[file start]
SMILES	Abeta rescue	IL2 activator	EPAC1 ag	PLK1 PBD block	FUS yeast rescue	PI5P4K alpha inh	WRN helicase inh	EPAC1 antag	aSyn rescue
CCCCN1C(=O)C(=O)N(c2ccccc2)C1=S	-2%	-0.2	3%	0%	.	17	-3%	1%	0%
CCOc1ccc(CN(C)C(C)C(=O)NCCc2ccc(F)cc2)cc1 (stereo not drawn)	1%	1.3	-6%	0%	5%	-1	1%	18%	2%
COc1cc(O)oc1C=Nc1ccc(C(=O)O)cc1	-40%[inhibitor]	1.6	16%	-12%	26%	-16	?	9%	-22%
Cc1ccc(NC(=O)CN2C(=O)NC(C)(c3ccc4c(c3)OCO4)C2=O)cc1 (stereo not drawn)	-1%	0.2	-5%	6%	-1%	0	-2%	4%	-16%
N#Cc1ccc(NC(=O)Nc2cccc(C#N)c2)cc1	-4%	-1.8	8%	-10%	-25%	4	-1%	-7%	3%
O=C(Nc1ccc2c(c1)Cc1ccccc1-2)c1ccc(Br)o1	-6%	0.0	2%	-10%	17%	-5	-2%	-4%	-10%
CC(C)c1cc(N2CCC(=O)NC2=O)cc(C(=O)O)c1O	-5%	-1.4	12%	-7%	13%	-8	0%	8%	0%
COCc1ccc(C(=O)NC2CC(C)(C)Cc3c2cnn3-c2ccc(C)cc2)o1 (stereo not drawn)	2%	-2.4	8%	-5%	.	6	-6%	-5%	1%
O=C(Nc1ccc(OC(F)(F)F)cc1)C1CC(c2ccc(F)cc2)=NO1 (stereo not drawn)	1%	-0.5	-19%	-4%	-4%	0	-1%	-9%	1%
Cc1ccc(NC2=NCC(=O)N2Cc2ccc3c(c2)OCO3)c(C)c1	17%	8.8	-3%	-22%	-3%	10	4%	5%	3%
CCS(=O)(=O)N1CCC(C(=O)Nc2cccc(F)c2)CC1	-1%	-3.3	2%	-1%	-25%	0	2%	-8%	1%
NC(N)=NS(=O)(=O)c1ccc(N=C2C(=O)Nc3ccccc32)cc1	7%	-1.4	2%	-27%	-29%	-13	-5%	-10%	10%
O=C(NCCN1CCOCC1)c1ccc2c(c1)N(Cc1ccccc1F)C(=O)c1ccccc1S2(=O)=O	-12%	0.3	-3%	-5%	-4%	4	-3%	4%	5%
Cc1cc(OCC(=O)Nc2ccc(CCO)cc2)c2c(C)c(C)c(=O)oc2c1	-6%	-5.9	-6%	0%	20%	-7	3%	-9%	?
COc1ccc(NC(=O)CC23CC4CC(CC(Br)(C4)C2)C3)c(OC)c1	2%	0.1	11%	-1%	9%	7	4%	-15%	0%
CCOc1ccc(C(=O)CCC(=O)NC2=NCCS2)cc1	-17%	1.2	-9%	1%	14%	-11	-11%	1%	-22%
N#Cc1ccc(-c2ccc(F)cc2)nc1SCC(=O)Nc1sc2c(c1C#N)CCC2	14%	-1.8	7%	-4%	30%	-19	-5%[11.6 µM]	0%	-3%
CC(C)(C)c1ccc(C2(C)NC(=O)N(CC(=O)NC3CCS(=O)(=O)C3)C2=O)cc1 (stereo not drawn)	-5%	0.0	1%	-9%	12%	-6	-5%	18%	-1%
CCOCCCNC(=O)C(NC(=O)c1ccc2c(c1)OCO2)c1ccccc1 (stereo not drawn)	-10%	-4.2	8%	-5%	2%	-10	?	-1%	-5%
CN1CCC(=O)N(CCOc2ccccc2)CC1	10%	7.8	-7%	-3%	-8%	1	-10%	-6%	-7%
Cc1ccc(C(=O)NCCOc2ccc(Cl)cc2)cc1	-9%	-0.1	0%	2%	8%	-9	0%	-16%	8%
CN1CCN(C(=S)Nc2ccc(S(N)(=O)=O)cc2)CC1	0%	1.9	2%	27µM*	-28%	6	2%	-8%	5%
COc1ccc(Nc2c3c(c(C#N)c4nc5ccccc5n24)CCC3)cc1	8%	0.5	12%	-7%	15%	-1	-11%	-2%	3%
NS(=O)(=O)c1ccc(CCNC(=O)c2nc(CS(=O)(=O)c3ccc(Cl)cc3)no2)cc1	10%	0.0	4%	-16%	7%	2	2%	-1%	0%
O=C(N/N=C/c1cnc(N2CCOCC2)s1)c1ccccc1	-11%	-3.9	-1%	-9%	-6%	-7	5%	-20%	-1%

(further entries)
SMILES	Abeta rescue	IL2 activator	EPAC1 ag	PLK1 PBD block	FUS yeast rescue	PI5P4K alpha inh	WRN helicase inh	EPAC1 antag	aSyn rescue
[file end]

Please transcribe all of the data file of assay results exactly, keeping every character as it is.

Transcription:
SMILES	Abeta rescue	IL2 activator	EPAC1 ag	PLK1 PBD block	FUS yeast rescue	PI5P4K alpha inh	WRN helicase inh	EPAC1 antag	aSyn rescue
CCCCN1C(=O)C(=O)N(c2ccccc2)C1=S	-2%	-0.2	3%	0%	.	17	-3%	1%	0%
CCOc1ccc(CN(C)C(C)C(=O)NCCc2ccc(F)cc2)cc1 (stereo not drawn)	1%	1.3	-6%	0%	5%	-1	1%	18%	2%
COc1cc(O)oc1C=Nc1ccc(C(=O)O)cc1	-40%[inhibitor]	1.6	16%	-12%	26%	-16	?	9%	-22%
Cc1ccc(NC(=O)CN2C(=O)NC(C)(c3ccc4c(c3)OCO4)C2=O)cc1 (stereo not drawn)	-1%	0.2	-5%	6%	-1%	0	-2%	4%	-16%
N#Cc1ccc(NC(=O)Nc2cccc(C#N)c2)cc1	-4%	-1.8	8%	-10%	-25%	4	-1%	-7%	3%
O=C(Nc1ccc2c(c1)Cc1ccccc1-2)c1ccc(Br)o1	-6%	0.0	2%	-10%	17%	-5	-2%	-4%	-10%
CC(C)c1cc(N2CCC(=O)NC2=O)cc(C(=O)O)c1O	-5%	-1.4	12%	-7%	13%	-8	0%	8%	0%
COCc1ccc(C(=O)NC2CC(C)(C)Cc3c2cnn3-c2ccc(C)cc2)o1 (stereo not drawn)	2%	-2.4	8%	-5%	.	6	-6%	-5%	1%
O=C(Nc1ccc(OC(F)(F)F)cc1)C1CC(c2ccc(F)cc2)=NO1 (stereo not drawn)	1%	-0.5	-19%	-4%	-4%	0	-1%	-9%	1%
Cc1ccc(NC2=NCC(=O)N2Cc2ccc3c(c2)OCO3)c(C)c1	17%	8.8	-3%	-22%	-3%	10	4%	5%	3%
CCS(=O)(=O)N1CCC(C(=O)Nc2cccc(F)c2)CC1	-1%	-3.3	2%	-1%	-25%	0	2%	-8%	1%
NC(N)=NS(=O)(=O)c1ccc(N=C2C(=O)Nc3ccccc32)cc1	7%	-1.4	2%	-27%	-29%	-13	-5%	-10%	10%
O=C(NCCN1CCOCC1)c1ccc2c(c1)N(Cc1ccccc1F)C(=O)c1ccccc1S2(=O)=O	-12%	0.3	-3%	-5%	-4%	4	-3%	4%	5%
Cc1cc(OCC(=O)Nc2ccc(CCO)cc2)c2c(C)c(C)c(=O)oc2c1	-6%	-5.9	-6%	0%	20%	-7	3%	-9%	?
COc1ccc(NC(=O)CC23CC4CC(CC(Br)(C4)C2)C3)c(OC)c1	2%	0.1	11%	-1%	9%	7	4%	-15%	0%
CCOc1ccc(C(=O)CCC(=O)NC2=NCCS2)cc1	-17%	1.2	-9%	1%	14%	-11	-11%	1%	-22%
N#Cc1ccc(-c2ccc(F)cc2)nc1SCC(=O)Nc1sc2c(c1C#N)CCC2	14%	-1.8	7%	-4%	30%	-19	-5%[11.6 µM]	0%	-3%
CC(C)(C)c1ccc(C2(C)NC(=O)N(CC(=O)NC3CCS(=O)(=O)C3)C2=O)cc1 (stereo not drawn)	-5%	0.0	1%	-9%	12%	-6	-5%	18%	-1%
CCOCCCNC(=O)C(NC(=O)c1ccc2c(c1)OCO2)c1ccccc1 (stereo not drawn)	-10%	-4.2	8%	-5%	2%	-10	?	-1%	-5%
CN1CCC(=O)N(CCOc2ccccc2)CC1	10%	7.8	-7%	-3%	-8%	1	-10%	-6%	-7%
Cc1ccc(C(=O)NCCOc2ccc(Cl)cc2)cc1	-9%	-0.1	0%	2%	8%	-9	0%	-16%	8%
CN1CCN(C(=S)Nc2ccc(S(N)(=O)=O)cc2)CC1	0%	1.9	2%	27µM*	-28%	6	2%	-8%	5%
COc1ccc(Nc2c3c(c(C#N)c4nc5ccccc5n24)CCC3)cc1	8%	0.5	12%	-7%	15%	-1	-11%	-2%	3%
NS(=O)(=O)c1ccc(CCNC(=O)c2nc(CS(=O)(=O)c3ccc(Cl)cc3)no2)cc1	10%	0.0	4%	-16%	7%	2	2%	-1%	0%
O=C(N/N=C/c1cnc(N2CCOCC2)s1)c1ccccc1	-11%	-3.9	-1%	-9%	-6%	-7	5%	-20%	-1%

(further entries)
SMILES	Abeta rescue	IL2 activator	EPAC1 ag	PLK1 PBD block	FUS yeast rescue	PI5P4K alpha inh	WRN helicase inh	EPAC1 antag	aSyn rescue